Black Woman Discovers She’s A White Woman At The Age Of 70, Still Considers Herself Black After Being Compared To Rachel Dolezal

Remember the story of Rachel Dolezal? The “trans-racial” woman who was born to white parents but lived life as a “self-proclaimed Black woman”?  The women who became the President of the NAACP Spokane, Washington chapter from 2014 until June of 2015?  The woman who as soon as she was found out who then attempted to continue and justify her lies and proceeded to self-identify as African-American? 

This is a story that is similar, but not so much.  A woman by the name of Verda Ann Wagner Byrd’s story is going viral as she has unknowingly been living a lie for 70 years.  Legally adopted as a baby in 1943 by Ray Wagner and Edwinna Wagner, a Black couple, she was raised to believe that she in fact was African-American.  It wasn’t until she was 70-years-old, back in 2013, that Byrd became privy to shocking family secrets that would change everything for her. 

“It was overwhelming,” said Verda to ABC News in a 2015 interview. “You cannot erase 70 years of your life and just accept what the papers say instantly. It’s like 70 years pass by, and in a blink of an eye, you’re a different race.” 

Her complicated story begins in 1942 when Verda, born Jeanette Beagle, was born in Kansas City, MO, to parents Daisy and Earl Beagle. Byrd was then adopted by the Wagners, who were unable to have children of their own.  She grew up with folks believing that she took her adopted mother’s skin tone, as she was light-skinned. 

“I went to a white school because our town was small and our schools weren’t segregated,” she said. “And other than my dad getting paid less than his white counterparts, my family didn’t experience much discrimination because my mom and I were lighter-skinned and there weren’t a lot of African Americans in Newton.” 

Later on, she hired a researcher to help trace her background.  “At that time, I thought, now I have the peace of mind to find out who this Jeanette Beagle really is,” Byrd said.  After coming to terms with the truth, a two-year process, she has come to accept it.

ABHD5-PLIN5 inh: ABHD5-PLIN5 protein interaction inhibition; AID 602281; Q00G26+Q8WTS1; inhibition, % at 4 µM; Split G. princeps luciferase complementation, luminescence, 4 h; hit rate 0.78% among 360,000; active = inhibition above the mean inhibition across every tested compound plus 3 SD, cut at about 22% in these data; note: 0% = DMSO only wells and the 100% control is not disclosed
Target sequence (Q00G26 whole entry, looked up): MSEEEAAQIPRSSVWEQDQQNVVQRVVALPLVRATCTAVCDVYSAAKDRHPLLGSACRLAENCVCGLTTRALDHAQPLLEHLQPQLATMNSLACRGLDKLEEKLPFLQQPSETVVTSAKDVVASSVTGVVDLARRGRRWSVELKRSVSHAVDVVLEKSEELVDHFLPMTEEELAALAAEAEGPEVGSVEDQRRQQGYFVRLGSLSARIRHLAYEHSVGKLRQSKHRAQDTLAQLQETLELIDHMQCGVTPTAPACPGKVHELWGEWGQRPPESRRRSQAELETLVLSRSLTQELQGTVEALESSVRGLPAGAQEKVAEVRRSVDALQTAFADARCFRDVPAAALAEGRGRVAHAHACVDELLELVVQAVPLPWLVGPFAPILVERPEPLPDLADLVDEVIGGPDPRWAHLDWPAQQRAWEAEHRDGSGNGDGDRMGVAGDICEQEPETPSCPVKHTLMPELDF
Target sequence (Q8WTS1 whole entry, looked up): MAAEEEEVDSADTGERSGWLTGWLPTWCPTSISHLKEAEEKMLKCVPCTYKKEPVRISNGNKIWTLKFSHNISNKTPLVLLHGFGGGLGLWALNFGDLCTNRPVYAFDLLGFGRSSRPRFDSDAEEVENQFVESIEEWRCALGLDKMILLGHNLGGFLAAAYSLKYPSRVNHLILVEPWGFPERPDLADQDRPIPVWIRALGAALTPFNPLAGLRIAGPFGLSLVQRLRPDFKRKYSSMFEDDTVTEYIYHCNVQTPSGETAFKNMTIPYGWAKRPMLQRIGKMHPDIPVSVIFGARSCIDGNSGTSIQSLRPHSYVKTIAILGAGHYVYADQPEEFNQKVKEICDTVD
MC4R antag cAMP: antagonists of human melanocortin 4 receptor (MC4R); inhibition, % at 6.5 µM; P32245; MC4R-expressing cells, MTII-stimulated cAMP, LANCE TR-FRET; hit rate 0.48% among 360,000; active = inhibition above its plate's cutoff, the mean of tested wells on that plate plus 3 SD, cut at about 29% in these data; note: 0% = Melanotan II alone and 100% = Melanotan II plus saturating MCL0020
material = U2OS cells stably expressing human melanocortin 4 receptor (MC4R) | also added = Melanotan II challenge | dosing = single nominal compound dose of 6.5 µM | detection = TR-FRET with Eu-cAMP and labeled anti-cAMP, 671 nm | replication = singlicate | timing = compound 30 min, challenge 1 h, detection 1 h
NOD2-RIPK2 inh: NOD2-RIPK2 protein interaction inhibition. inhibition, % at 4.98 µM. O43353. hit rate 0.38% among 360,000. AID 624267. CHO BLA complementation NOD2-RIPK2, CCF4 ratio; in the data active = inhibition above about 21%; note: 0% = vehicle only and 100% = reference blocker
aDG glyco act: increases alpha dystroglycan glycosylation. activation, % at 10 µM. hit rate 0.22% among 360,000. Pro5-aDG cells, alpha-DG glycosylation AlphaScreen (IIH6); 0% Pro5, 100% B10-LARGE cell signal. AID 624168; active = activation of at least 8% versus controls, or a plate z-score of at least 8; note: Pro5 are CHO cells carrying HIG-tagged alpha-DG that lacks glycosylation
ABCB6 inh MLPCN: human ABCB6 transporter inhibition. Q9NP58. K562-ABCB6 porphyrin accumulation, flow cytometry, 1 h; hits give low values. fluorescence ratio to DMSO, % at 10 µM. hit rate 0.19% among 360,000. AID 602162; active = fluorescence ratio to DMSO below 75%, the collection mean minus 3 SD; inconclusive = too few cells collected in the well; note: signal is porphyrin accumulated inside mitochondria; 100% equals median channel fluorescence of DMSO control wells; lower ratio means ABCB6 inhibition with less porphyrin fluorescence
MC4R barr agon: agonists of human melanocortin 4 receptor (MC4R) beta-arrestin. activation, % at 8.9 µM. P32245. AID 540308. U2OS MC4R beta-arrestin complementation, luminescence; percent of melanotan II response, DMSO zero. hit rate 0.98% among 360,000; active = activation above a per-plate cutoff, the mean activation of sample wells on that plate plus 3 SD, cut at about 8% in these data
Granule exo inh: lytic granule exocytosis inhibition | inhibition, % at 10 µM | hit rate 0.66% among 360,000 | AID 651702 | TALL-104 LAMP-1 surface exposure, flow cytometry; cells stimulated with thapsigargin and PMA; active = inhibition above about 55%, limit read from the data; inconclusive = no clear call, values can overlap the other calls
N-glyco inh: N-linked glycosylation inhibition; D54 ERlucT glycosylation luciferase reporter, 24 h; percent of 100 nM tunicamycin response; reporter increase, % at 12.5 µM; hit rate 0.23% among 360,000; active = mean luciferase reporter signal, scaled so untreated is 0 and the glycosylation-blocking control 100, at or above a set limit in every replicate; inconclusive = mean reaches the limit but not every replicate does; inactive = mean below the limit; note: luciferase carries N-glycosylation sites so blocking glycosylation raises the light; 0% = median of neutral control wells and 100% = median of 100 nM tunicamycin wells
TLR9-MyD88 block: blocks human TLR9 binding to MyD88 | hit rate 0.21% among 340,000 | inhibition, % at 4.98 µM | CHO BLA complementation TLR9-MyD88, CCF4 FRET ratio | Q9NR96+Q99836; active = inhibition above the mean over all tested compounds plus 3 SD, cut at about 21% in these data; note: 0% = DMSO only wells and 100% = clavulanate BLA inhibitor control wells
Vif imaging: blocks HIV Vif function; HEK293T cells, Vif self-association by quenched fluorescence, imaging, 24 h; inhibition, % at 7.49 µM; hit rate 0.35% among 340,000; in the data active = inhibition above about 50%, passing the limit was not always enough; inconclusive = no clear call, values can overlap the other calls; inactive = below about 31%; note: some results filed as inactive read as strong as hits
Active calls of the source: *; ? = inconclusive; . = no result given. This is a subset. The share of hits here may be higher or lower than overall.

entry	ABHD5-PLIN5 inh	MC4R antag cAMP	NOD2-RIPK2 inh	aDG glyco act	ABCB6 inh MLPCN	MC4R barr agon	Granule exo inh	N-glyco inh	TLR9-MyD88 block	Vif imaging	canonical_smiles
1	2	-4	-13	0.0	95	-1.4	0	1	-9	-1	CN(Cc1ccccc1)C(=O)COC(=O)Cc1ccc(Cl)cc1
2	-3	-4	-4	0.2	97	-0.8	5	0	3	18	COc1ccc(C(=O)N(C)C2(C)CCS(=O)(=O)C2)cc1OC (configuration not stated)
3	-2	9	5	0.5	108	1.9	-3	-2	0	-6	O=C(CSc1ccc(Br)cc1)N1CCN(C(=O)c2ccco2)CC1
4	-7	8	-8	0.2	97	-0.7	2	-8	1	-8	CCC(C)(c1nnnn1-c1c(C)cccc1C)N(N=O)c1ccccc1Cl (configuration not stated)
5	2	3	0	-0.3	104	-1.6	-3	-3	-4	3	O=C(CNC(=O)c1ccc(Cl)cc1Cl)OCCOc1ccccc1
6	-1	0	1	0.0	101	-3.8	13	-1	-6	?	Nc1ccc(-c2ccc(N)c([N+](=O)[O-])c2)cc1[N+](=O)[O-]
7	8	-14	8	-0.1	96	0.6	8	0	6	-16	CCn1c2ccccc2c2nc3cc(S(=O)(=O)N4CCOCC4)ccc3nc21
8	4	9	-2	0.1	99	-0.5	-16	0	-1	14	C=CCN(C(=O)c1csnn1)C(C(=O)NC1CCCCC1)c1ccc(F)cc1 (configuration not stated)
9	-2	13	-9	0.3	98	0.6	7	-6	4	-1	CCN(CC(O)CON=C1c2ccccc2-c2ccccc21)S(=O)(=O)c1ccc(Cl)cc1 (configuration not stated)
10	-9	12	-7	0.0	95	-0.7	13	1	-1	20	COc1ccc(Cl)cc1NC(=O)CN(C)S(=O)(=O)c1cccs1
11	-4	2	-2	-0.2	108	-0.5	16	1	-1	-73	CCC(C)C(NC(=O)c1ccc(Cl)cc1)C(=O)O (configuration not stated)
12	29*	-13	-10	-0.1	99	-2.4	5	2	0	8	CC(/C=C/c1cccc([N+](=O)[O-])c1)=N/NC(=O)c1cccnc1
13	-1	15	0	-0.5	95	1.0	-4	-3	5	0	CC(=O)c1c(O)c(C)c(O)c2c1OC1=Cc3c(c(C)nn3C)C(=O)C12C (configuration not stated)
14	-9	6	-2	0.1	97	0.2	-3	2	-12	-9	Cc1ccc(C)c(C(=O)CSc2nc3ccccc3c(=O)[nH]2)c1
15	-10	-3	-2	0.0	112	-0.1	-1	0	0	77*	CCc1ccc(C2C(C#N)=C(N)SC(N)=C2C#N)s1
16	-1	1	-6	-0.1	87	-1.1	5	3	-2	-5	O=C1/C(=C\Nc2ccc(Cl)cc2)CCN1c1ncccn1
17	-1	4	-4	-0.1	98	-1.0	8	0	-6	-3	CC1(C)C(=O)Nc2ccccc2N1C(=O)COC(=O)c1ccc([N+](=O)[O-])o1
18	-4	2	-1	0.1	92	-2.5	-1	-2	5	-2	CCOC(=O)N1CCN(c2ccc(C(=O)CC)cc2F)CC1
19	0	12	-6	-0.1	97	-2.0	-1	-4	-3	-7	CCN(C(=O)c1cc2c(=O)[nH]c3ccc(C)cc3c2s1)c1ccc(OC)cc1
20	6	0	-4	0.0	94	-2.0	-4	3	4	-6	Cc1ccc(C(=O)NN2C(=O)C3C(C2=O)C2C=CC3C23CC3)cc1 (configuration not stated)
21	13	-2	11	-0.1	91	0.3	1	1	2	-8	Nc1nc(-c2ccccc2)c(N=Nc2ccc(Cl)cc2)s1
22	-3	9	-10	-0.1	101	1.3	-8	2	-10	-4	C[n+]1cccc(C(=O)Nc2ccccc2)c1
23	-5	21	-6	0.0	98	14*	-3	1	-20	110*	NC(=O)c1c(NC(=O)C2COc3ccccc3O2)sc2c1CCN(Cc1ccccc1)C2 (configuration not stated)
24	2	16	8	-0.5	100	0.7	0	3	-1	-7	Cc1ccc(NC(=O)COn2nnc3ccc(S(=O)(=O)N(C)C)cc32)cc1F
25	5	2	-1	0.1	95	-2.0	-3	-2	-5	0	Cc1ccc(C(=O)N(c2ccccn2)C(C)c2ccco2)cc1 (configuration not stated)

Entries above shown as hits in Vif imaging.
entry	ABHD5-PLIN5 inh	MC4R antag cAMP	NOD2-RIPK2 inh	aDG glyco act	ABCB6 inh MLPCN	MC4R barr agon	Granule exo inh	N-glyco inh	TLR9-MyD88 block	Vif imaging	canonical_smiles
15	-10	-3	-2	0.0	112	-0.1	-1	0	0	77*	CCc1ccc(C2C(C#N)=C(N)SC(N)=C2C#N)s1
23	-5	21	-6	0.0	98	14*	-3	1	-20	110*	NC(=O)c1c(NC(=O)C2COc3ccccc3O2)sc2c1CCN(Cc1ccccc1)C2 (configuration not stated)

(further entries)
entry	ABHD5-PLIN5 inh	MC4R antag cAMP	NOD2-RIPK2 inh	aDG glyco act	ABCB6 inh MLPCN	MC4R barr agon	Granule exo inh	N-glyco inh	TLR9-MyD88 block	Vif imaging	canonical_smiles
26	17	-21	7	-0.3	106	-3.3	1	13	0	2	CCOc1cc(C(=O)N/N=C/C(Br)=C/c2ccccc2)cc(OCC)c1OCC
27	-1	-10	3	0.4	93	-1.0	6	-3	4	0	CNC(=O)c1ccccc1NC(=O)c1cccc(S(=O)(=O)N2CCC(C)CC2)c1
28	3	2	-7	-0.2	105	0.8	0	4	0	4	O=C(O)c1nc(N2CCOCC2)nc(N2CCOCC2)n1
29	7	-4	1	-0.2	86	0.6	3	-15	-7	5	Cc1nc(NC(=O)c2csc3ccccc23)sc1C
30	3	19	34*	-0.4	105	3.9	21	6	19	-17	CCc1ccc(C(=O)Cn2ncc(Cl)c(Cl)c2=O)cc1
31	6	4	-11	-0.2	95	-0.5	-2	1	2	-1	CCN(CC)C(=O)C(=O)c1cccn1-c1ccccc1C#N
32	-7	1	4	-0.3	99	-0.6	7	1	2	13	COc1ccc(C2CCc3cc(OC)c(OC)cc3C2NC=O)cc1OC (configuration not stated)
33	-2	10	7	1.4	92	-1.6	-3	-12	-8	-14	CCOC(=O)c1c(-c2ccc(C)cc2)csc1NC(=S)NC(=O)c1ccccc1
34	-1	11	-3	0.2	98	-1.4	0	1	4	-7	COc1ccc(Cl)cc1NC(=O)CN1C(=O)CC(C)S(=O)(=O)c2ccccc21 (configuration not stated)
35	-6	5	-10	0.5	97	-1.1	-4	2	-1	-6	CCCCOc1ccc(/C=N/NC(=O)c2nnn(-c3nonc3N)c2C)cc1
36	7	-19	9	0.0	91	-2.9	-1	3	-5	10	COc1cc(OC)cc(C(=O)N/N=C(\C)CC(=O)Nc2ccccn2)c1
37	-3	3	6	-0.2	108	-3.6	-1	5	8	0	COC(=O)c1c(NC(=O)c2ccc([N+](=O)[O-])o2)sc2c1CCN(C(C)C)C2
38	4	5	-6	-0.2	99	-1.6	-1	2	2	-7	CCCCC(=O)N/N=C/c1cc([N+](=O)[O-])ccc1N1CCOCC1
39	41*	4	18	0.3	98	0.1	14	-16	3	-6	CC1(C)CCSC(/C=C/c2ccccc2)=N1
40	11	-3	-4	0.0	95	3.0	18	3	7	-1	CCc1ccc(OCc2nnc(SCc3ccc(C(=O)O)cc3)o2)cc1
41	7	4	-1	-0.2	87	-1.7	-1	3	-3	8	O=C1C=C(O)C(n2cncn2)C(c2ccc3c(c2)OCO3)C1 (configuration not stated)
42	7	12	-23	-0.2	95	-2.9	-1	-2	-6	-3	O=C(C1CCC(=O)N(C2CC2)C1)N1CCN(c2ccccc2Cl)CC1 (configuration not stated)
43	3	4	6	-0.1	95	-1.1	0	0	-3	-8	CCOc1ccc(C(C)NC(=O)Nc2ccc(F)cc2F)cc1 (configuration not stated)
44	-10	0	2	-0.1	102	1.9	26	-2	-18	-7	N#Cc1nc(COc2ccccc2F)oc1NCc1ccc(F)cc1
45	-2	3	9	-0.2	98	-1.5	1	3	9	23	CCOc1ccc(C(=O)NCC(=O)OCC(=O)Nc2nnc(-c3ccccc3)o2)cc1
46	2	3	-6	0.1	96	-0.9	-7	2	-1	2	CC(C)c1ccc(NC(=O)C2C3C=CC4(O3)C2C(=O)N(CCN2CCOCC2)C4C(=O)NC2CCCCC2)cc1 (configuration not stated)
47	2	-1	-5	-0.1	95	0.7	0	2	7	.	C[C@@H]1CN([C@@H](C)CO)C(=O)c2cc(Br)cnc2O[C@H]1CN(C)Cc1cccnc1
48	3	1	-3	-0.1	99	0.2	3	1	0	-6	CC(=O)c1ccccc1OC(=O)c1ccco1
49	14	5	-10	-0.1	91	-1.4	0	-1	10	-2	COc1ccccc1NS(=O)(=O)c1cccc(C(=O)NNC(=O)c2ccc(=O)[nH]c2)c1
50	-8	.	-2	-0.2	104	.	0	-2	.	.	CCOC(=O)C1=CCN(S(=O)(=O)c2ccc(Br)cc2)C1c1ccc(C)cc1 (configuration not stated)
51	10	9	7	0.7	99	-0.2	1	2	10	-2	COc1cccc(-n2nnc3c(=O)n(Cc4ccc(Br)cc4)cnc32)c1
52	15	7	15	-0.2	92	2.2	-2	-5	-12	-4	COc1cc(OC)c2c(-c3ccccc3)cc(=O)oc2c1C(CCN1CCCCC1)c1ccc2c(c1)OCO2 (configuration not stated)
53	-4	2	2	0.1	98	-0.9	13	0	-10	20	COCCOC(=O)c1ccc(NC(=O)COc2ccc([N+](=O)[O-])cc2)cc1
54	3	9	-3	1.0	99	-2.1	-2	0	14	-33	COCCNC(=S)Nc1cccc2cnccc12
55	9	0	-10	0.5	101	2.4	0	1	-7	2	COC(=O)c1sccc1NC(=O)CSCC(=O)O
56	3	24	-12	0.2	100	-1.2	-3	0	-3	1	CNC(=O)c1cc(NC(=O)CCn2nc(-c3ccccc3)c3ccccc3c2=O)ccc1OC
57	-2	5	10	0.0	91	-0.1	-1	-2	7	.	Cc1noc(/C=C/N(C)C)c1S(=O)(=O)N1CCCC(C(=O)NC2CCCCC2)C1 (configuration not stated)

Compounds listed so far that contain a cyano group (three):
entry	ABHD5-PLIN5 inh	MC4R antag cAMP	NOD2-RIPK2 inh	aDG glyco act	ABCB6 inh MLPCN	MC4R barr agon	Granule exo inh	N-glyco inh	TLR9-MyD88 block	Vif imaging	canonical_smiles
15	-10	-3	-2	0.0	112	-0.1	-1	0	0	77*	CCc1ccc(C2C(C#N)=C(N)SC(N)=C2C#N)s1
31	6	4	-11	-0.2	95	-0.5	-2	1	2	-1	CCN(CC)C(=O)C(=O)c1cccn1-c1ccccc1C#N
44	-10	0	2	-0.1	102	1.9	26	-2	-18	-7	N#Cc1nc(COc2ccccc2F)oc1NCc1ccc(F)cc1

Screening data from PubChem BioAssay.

“I’ve accepted my life, because as a trans-racial adoptee, it is what it is,” she said. “I am still comfortable as Verda Ann Wagner Byrd. When I die, and when I’m six feet under, my tombstone is not going to have the word ‘race’ on it. I’m lucky to have two moms and dads.”  As for how she identifies, Byrd is a “beautiful Black woman.” 

However, don’t compare her complicated story to that of Rachel Dolezal.  “She upsets me so much because I don’t understand why she or anyone needs to lie about their race or their ethnic group,” she states.  “I did not know I was born white. She knew it.” 

Her story is now available in book form, thanks to a collaborative effort telling her story to author Joyce Garlick-Peavy in the book Seventy Years of Blackness.  

About Jamari Williams

Jamari Williams is a seasoned journalist who works mainly in the fields of music, film and television. Jamari is a Morehouse graduate who began writing at the age of 12 and have wrote for many new media companies.

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